All My Children: John Corrigan

In this post. John R. Corrigan meditates on the personal life experiences that can shape an author’s fiction. His story “Autumn’s Crossing” appears in the July/August issue of AHMM.

I hope you enjoy “Autumn’s Crossing.” Ironically, U.S. Customs and Border Protection Agent and single mom Peyton Cote owes her foray into the short-fiction genre to none other than Alfred Hitchcock Mystery Magazine Editor Linda Landrigan.

I met Linda at Bouchercon in 2003. Her husband, John, was my book editor back then, and I was working on the second of what would be five Jack Austin PGA Tour novels. “Why don’t you write a short story?” Linda asked me at the awards dinner. I was sitting next to S. J. Rozan, whose novels and stories I adore, and I thought about S. J.’s ability to cast her series character in both short-story and book-length genres. So I considered it that evening. But after the conference I fell back into my daily routine of working on my novels in the early morning, teaching, coaching, parenting, sleeping deeply, and getting up and doing it all over again the next day. And so I forgot all about the short-story genre until a decade later, when I sent Linda a story. No longer was I working with her husband, so I sent a brief cover letter that was something along the lines of “I don’t know if you remember me, but you asked for a story. I’m ten years late, but here it is.” She bought that story and another and subsequently “Autumn’s Crossing,” which appears in this issue.

Peyton Cote is a vast departure from Jack Austin, so I was thrilled when Linda wanted the story because the sale validated a risk I’m taking. You see, the short story bears the namesake (or, rather, title-sake) of a novel that my agent and I hope will launch a new series.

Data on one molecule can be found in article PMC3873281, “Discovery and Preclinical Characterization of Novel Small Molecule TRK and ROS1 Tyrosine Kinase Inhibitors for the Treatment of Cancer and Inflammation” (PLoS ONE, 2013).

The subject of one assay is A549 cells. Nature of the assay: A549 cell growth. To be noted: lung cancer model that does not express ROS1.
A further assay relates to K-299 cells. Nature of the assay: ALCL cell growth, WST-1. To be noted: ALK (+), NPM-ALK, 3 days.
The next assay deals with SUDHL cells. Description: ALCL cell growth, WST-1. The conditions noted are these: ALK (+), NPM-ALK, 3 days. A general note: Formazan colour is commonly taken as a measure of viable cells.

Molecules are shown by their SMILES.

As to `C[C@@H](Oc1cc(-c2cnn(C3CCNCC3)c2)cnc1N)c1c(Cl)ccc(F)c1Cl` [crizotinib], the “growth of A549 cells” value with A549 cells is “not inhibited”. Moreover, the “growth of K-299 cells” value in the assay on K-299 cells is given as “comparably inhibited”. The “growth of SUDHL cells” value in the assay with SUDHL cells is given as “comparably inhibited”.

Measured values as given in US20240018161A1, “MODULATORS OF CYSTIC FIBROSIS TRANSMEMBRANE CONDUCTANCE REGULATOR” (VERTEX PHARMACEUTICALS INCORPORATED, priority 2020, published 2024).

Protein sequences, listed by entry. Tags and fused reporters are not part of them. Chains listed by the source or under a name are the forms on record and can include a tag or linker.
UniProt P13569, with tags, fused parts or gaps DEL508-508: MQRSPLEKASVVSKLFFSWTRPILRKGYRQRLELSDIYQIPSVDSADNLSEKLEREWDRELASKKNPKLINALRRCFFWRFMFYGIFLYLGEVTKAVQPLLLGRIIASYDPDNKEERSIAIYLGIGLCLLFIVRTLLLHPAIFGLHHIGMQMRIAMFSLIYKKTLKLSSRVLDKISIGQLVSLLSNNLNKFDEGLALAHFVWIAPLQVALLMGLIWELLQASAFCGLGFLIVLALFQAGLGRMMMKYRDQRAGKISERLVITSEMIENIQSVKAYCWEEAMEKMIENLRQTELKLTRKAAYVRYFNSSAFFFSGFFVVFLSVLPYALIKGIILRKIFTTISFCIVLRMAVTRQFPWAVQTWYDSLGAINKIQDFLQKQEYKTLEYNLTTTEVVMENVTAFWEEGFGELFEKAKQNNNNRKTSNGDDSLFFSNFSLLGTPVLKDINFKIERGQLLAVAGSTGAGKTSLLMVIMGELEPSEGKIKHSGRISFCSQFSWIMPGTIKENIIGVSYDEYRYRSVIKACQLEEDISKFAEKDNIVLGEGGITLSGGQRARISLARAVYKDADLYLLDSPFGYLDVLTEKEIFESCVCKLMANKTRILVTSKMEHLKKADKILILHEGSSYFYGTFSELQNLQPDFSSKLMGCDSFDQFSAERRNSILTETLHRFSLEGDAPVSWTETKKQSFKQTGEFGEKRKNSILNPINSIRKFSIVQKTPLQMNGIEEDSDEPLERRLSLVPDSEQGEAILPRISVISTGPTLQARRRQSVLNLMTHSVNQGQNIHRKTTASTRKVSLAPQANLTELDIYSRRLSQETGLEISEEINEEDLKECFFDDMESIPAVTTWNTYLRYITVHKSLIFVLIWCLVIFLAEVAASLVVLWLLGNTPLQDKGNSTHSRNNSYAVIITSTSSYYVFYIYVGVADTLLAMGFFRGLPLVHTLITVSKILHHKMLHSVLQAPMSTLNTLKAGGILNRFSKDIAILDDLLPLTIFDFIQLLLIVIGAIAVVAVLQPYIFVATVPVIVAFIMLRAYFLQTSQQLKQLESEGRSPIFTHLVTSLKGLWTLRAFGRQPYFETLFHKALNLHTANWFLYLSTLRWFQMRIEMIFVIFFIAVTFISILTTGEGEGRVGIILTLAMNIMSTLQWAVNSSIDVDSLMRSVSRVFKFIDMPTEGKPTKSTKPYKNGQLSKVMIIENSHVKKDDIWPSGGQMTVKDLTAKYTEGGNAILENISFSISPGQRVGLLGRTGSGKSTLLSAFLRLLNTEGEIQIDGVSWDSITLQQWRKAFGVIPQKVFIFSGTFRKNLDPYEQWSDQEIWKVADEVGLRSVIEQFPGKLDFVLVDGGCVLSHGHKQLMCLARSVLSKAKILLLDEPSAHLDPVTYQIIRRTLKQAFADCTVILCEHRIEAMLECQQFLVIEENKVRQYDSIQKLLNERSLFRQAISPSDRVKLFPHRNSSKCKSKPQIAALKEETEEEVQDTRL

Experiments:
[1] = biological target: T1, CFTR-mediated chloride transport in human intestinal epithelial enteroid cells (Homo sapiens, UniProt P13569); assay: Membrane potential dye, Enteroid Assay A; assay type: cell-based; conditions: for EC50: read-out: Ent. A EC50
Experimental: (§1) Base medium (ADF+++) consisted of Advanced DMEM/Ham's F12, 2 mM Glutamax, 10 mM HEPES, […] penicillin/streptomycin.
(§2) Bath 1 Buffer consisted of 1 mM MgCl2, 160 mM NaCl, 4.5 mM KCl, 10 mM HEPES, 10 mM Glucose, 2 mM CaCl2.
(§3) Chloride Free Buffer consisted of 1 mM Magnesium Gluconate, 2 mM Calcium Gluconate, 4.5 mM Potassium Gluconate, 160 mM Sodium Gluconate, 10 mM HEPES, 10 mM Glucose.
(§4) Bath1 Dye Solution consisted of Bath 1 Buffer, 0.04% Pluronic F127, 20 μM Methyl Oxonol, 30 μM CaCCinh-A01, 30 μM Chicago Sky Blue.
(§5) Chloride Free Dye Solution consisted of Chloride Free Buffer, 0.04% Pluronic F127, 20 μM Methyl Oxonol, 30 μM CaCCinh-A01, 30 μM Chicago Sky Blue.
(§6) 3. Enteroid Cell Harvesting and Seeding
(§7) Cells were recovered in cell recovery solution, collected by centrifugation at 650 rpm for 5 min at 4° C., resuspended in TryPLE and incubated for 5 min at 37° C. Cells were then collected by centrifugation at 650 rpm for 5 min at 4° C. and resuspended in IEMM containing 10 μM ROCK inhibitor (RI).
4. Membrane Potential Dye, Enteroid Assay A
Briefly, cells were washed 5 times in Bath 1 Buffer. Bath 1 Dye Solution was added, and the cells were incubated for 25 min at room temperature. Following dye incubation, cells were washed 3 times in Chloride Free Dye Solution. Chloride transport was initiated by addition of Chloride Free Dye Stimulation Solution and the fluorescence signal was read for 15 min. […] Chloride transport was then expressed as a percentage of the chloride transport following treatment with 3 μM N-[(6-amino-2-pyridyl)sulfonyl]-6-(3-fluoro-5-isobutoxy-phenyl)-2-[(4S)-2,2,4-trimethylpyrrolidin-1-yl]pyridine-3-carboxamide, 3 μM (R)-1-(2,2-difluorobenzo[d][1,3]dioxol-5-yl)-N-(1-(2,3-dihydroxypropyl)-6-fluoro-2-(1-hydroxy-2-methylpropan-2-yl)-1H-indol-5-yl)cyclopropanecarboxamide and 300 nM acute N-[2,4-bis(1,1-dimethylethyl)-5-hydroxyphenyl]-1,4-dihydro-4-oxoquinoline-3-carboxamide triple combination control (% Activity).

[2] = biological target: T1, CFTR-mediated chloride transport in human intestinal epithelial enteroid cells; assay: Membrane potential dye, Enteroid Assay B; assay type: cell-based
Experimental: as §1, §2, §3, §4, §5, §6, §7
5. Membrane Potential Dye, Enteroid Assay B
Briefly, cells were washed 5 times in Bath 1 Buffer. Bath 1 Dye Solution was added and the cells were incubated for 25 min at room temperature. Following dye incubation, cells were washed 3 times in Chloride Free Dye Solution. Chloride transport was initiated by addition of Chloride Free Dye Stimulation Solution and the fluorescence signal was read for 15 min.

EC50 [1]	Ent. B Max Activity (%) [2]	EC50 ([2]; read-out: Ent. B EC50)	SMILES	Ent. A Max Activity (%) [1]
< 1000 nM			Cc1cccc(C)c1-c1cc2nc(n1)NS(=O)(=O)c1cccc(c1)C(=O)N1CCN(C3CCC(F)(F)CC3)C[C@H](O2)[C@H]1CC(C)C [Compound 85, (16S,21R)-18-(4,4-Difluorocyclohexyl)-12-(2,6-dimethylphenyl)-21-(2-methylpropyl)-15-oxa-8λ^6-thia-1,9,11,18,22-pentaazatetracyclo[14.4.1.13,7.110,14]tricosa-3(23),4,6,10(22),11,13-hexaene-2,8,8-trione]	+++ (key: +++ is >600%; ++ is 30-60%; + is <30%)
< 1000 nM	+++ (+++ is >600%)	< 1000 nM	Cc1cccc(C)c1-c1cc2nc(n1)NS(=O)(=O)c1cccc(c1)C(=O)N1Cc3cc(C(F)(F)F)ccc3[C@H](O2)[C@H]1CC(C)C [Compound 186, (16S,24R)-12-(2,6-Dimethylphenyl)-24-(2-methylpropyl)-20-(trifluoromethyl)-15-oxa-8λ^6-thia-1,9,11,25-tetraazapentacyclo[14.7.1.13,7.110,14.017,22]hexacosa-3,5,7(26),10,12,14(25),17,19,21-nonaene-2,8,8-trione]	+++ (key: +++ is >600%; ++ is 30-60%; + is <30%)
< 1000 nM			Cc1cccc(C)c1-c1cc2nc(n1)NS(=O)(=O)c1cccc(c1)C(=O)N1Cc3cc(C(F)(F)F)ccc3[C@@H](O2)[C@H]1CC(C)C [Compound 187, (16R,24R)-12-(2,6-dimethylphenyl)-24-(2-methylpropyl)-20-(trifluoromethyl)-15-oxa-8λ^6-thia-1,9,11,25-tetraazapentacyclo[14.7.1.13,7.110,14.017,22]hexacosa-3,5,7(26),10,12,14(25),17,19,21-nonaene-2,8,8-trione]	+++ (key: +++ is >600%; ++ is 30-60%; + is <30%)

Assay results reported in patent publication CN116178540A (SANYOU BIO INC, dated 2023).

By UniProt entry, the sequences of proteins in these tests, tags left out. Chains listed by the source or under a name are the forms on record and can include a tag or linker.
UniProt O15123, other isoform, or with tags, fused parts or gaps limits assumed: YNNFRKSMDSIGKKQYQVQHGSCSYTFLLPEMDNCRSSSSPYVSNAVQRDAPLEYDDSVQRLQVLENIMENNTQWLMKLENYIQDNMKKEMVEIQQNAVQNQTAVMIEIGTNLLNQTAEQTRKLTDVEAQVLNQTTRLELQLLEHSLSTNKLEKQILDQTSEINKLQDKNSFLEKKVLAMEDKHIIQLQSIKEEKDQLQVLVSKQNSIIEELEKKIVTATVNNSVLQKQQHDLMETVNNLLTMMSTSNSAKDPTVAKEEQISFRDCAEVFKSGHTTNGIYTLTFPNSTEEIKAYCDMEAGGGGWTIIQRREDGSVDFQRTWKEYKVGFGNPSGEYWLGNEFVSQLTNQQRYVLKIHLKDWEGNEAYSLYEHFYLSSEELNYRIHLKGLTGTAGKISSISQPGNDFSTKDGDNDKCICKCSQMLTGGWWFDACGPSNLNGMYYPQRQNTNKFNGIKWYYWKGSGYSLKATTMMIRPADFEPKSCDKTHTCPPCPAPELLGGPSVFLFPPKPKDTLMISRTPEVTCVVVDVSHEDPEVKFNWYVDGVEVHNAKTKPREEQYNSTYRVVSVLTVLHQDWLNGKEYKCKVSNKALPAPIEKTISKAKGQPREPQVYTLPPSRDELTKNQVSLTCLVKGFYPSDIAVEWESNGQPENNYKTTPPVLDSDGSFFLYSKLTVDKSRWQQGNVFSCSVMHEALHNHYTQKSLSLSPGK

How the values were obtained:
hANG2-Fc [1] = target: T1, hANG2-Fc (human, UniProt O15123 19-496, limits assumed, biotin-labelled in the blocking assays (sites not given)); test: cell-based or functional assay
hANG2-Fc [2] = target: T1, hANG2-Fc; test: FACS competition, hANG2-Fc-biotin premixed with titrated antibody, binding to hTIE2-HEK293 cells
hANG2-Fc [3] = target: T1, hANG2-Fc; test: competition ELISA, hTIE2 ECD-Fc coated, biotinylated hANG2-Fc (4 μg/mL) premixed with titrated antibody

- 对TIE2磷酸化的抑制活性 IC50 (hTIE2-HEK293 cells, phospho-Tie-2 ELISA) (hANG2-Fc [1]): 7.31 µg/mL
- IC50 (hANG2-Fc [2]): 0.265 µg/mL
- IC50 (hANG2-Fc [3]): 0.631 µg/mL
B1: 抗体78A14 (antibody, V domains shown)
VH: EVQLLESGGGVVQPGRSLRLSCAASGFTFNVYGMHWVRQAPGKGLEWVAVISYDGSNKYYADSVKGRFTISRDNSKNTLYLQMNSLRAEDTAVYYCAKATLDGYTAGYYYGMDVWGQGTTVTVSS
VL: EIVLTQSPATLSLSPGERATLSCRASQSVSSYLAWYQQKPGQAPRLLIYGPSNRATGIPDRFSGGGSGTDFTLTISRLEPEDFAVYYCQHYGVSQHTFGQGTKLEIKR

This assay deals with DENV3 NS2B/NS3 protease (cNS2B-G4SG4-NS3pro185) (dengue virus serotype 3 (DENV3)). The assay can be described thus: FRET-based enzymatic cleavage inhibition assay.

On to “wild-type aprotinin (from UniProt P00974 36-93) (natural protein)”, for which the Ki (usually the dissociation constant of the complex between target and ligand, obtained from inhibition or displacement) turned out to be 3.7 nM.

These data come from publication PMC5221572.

All told, I’ve written three series characters, an amateur sleuth, a P.I., and a law-enforcement official, although not of the traditional ilk. Each character is unique from the others, and each has been created for a different reason.

From 1999 to 2006, I published five novels in the Jack Austin series and spent an exorbitant, yet highly enjoyable, amount of time researching all things PGA Tour to do so. The books are—if such things exist—golf procedurals. I had grown up reading traditional P.I. novels—I loved Philip Marlowe and Spenser—and my Jack Austin books offer an amateur sleuth with a traditional P.I. code. Jack is a man of honor, one who does the right thing because it’s the right thing. Therefore, setting the books in the world of golf seemed natural. I was an athlete, having played college hockey. And I love and respect the game of golf and view it as the lone professional sport yet to be tarnished by performance-enhancing drugs; it is the final frontier where a competitor calls a penalty on himself and loses both riches and the fame that accompanies winning. It’s a game of integrity. If Philip Marlowe or Spenser were athletes, they’d be PGA Tour players. Just bigger and tougher than the guys you see on TV.

But everything ends, and after more than a decade, I wanted to try something new. As crazy as it sounds, hockey actually led to my second series character, single-mom and U.S. Customs and Border Protection Agent Peyton Cote. Living along the Canadian border in Aroostook County, Maine, I started playing pickup hockey on Sunday nights with several U.S. Border Patrol agents. I love to research and wanted to write a law-enforcement series no one had written yet. The border patrol seemed the logical choice—I certainly couldn’t find much written on it.

Problem was, I’d soon learn that was by design.